|The first excerpt represents the past or something you must release, and is drawn from The Second Jungle Book by Rudyard Kipling:
Mowgli parted the stalks with his hands and watched her till
she was out of sight.
"And now I do not know," he said, sighing in his turn. "WHY did
ye not come when I called?"
"We follow thee--we follow thee," Gray Brother mumbled, licking
at Mowgli's heel. "We follow thee always, except in the Time of
the New Talk."
"And would ye follow me to the Man-Pack?" Mowgli whispered.
"Did I not follow thee on the night our old Pack cast thee out?
Who waked thee lying among the crops?"
"Ay, but again?"
The Second Jungle Book
|The second excerpt represents the present or the deciding factor of the moment, and is drawn from Second Inaugural Address by Abraham Lincoln:
providence of God, must needs come, but which, having continued
through his appointed time, he now wills to remove, and that he
gives to both North and South this terrible war, as the woe due
to those by whom the offense came, shall we discern therein any
departure from those divine attributes which the believers in a
living God always ascribe to him? Fondly do we hope--fervently
do we pray--that this mighty scourge of war may speedily pass away.
Yet, if God wills that it continue until all the wealth piled by
the bondsman's two hundred and fifty years of unrequited toil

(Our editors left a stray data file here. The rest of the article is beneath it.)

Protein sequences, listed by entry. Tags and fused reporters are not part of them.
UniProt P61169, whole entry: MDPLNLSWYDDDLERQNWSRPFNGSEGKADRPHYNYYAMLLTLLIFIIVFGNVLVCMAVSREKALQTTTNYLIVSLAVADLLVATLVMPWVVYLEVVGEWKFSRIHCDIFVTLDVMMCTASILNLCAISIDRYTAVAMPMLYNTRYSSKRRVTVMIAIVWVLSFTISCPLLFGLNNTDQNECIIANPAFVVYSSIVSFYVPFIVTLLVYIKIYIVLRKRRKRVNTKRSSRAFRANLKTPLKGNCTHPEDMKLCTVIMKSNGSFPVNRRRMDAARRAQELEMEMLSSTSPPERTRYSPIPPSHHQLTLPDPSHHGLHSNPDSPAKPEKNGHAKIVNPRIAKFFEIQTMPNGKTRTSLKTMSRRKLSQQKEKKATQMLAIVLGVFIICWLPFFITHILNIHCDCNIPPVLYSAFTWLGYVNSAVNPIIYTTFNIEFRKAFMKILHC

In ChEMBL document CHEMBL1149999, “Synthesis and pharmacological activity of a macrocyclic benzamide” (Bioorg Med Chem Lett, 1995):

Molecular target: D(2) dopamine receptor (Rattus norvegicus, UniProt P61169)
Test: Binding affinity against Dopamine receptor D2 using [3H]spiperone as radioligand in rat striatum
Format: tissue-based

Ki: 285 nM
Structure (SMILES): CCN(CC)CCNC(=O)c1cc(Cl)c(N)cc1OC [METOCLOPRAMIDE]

shall be sunk, and until every drop of blood drawn by the lash
shall be paid by another drawn with the sword, as was said
Second Inaugural Address
|The third excerpt represents the future or something you must embrace, and is drawn from Early Short Fiction of Edith Wharton by Edith Wharton:
little property, ten years earlier, Granice had been perpetually
tinkering with his will.
Suddenly another thought pulled him up, sending a flush to his
sallow temples. He remembered a word he had tossed to the lawyer
some six weeks earlier, at the Century Club. "Yes--my play's as
good as taken. I shall be calling on you soon to go over the
contract. Those theatrical chaps are so slippery--I won't trust
anybody but you to tie the knot for me!" That, of course, was
what Ascham would think he was wanted for. Granice, at the idea,
broke into an audible laugh--a queer stage-laugh, like the cackle
of a baffled villain in a melodrama. The absurdity, the